Every Wednesday, from roughly 5:30 to 6:30 p.m., Delmar Loop institution Cicero's hosts beer school. As part of a semi-regular account of the beer sampling and sudsy knowledge gained, RFT editorial fellow Matt Kasper will write about the beer he tastes and the people who present it.
If you are reading this at work and get thirsty, Matt apologizes. But maybe you shouldn't be wasting company time.
Last night, George F. Reisch, a brewmaster for Anheuser-Busch, presented three beers: the Pale Ale, the Amber Bock and the American Ale, which was just released in late September. Now, I'm usually not a big fan of Anheuser-Busch beers like Budweiser. They taste too light and watery. Maybe that makes me un-American, though I'm guessing the InBev buyout might give me some cover.
Anyway, the three beers we sampled last night were a lot tastier than I expected. And the presentation about beer was tremendous. Reisch definitely knows his stuff.
"I love people who love beer," he declared at the beginning of the session. "I was homebrewing when it was an illegal federal act."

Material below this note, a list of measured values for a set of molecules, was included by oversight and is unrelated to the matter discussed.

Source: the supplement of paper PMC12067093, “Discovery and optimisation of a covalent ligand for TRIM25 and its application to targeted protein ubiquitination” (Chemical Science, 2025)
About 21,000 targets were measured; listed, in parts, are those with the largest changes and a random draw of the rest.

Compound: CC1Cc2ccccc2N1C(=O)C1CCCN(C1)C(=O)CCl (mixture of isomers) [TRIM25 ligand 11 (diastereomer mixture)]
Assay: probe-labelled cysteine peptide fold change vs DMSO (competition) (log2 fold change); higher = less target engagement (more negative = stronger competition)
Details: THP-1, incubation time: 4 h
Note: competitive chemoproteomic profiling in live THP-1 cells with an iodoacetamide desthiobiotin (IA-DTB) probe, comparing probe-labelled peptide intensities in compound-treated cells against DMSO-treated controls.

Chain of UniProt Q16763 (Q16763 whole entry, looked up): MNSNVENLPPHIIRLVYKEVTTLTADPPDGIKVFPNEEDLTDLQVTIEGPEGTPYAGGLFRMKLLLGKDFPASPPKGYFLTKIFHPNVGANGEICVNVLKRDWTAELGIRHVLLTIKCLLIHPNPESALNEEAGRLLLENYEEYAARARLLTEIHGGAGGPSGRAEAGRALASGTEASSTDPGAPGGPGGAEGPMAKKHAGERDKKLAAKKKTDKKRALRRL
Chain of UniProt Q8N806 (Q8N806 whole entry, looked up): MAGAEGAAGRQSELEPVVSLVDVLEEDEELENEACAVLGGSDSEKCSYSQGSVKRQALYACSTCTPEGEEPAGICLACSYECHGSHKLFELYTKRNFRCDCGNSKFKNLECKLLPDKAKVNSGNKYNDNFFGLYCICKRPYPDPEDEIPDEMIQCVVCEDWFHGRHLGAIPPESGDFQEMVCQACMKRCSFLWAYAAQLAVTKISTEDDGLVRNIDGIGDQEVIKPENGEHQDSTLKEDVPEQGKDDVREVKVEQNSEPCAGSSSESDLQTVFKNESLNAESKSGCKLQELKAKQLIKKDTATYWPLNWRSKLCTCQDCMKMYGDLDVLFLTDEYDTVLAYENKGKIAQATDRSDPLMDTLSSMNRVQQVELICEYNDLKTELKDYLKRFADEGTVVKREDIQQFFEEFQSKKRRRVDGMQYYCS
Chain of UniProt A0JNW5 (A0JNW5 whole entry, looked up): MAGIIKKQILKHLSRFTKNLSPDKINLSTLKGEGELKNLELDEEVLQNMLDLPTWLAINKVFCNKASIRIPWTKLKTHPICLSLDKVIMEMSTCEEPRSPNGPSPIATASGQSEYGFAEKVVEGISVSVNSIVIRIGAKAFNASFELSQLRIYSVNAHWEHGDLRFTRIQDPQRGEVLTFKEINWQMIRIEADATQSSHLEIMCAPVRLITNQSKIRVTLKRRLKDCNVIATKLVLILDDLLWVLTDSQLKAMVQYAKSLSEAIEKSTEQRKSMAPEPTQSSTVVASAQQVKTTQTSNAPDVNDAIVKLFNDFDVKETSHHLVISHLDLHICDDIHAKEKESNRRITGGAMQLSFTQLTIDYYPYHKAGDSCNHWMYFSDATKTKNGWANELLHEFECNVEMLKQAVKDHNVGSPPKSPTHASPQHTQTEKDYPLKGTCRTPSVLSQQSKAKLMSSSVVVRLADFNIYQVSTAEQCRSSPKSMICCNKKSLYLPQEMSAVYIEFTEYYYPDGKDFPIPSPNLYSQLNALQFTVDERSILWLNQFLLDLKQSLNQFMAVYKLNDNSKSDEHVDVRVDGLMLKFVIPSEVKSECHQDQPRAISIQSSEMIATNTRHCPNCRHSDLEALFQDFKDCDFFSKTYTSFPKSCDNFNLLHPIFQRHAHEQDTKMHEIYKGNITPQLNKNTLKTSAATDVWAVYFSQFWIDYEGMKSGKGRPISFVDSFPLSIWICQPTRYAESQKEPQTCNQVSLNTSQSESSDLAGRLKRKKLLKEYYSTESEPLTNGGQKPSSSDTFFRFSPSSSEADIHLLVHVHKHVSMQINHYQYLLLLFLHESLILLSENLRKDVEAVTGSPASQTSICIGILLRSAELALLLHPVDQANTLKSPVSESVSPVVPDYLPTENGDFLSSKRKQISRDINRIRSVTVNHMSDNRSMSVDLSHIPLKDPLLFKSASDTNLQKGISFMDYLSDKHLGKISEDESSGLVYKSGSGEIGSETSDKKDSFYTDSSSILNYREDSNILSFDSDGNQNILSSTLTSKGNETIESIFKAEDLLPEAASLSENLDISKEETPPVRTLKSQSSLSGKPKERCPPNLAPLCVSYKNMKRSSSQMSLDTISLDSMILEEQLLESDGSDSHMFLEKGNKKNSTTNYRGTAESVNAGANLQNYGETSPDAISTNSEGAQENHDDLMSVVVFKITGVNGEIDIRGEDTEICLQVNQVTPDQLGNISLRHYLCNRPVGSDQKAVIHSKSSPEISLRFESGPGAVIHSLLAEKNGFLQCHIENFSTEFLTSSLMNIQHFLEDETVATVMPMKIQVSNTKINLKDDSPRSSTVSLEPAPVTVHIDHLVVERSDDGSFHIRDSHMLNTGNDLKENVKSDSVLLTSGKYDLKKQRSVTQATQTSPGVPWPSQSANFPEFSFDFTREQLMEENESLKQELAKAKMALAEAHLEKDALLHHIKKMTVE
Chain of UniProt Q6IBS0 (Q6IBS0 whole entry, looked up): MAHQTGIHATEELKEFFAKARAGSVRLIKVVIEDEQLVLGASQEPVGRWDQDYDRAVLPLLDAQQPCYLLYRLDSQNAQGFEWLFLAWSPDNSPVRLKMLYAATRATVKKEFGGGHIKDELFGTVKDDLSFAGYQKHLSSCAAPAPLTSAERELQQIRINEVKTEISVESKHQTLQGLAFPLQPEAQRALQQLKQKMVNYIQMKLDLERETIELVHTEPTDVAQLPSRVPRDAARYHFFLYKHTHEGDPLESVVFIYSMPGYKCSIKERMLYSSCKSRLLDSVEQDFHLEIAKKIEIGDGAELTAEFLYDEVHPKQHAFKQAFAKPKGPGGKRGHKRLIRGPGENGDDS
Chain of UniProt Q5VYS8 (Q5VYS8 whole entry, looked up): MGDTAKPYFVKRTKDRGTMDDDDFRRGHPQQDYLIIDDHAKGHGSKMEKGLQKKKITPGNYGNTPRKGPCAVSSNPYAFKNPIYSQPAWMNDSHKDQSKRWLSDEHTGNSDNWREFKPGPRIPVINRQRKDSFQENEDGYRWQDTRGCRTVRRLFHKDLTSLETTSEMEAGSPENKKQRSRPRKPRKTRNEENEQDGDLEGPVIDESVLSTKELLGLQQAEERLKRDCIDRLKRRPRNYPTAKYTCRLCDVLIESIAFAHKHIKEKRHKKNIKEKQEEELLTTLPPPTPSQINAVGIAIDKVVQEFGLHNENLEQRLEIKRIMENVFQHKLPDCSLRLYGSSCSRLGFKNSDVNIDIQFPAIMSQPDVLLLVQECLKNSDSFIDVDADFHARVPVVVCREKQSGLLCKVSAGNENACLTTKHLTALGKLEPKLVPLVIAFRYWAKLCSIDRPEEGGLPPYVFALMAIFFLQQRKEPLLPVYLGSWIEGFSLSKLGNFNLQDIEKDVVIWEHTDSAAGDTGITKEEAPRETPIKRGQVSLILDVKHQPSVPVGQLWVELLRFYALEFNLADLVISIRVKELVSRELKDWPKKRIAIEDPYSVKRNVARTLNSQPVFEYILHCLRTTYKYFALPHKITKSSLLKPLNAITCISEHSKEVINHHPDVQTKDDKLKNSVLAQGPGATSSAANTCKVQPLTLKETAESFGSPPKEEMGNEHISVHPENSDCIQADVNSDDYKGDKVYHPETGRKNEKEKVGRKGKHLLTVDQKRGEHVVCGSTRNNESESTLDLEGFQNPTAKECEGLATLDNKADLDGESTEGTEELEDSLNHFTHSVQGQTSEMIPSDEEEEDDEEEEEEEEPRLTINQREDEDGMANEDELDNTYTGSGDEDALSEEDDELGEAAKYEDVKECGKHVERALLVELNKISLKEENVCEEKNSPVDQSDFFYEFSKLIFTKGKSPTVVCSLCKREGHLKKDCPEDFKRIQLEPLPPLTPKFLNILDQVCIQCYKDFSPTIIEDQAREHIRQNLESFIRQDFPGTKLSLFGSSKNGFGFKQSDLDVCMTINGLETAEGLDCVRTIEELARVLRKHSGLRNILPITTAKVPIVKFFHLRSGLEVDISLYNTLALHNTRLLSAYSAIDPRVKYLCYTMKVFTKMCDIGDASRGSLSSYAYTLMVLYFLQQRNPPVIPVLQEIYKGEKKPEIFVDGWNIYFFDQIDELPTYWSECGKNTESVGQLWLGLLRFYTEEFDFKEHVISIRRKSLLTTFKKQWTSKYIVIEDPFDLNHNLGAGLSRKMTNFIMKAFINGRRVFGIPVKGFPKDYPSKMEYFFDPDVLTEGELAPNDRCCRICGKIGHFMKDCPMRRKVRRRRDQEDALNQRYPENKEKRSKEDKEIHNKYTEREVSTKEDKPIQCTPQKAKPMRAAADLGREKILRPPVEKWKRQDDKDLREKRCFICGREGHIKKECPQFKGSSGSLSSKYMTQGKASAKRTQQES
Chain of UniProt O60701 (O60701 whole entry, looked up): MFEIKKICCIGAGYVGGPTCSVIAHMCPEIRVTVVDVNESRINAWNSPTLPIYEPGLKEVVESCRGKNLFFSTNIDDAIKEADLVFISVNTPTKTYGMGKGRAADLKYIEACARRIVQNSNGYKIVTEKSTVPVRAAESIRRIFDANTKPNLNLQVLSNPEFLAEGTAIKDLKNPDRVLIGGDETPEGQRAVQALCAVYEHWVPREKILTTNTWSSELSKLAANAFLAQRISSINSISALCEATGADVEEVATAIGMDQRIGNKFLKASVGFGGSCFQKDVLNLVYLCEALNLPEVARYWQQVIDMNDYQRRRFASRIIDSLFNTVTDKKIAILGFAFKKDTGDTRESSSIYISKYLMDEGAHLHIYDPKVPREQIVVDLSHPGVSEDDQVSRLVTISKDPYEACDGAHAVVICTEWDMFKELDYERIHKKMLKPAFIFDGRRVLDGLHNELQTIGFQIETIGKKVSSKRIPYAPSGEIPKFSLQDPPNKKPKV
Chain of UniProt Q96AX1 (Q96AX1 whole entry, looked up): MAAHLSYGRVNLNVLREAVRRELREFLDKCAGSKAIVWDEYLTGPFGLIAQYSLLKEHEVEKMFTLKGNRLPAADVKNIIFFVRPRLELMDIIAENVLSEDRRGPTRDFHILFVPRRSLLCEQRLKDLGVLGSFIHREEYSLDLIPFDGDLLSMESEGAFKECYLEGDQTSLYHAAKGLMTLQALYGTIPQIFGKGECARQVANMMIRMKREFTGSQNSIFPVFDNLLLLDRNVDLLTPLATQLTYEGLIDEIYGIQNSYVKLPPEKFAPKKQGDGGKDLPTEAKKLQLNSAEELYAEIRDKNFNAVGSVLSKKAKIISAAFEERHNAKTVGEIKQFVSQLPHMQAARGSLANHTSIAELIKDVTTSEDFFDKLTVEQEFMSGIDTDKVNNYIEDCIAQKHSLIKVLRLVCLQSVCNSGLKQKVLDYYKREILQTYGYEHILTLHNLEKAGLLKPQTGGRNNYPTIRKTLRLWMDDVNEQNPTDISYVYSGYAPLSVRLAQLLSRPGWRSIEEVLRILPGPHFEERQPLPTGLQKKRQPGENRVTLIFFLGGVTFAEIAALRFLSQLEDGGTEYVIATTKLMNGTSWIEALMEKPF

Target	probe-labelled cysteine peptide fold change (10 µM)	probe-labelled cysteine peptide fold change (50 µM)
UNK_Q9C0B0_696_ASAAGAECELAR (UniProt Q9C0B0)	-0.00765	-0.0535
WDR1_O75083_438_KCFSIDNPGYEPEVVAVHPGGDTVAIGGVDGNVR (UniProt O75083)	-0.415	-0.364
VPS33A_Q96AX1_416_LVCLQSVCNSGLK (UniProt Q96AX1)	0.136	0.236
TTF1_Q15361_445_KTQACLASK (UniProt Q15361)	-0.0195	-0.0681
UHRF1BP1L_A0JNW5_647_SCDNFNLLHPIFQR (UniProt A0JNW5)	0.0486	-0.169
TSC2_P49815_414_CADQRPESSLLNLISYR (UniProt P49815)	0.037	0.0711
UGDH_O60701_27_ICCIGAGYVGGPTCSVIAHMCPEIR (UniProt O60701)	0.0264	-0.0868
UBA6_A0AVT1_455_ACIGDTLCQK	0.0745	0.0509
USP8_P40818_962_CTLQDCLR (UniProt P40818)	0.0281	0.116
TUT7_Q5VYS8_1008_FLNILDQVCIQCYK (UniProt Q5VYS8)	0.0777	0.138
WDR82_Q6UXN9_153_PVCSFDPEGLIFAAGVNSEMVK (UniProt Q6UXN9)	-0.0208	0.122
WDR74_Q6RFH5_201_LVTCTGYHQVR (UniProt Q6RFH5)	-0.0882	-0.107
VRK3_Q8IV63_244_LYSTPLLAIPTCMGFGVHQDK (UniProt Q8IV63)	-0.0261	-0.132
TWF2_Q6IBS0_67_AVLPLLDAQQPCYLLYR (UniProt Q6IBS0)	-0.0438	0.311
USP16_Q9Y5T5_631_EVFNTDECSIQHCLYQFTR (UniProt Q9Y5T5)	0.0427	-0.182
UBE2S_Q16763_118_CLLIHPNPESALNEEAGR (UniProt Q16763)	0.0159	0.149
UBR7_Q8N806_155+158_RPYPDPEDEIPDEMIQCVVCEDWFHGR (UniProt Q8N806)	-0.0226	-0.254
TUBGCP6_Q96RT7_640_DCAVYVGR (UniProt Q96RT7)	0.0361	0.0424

Throughout the night, Reisch passed on seeds of wisdom. He said adding wheat increases foam. He said drinking beer out of the bottle is no good because you are essentially swallowing the beer in its condensed state -- pouring it into a glass lets it aerate. Of course, he doesn't like pint glasses either. He prefers a tall, skinny champagne-style glass for a more concentrated taste.
The seeds of wisdom assumed a literal dimension at one point when pale malt and black malt seeds were distributed throughout the crowd and discussed. The pale malt seeds tasted like grape nuts. My seat mate, Tarren, said the black malt seeds "taste like I ate Starbucks."
The three beer samples went down easy -- Amber Bock was probably my favorite because it includes a crisp taste with a more full-bodied flavor. Reisch seemed to be pushing the American Ale for its equal gender appeal.
Noting that men, generally, like bitter beers and dislike sweet beers, he said the American Ale is "round in front" and has a nice bitter taste. Noting that women, generally, like sweet beers, he said the beer offers a sweet taste as well.
Check in next week for more beer news...
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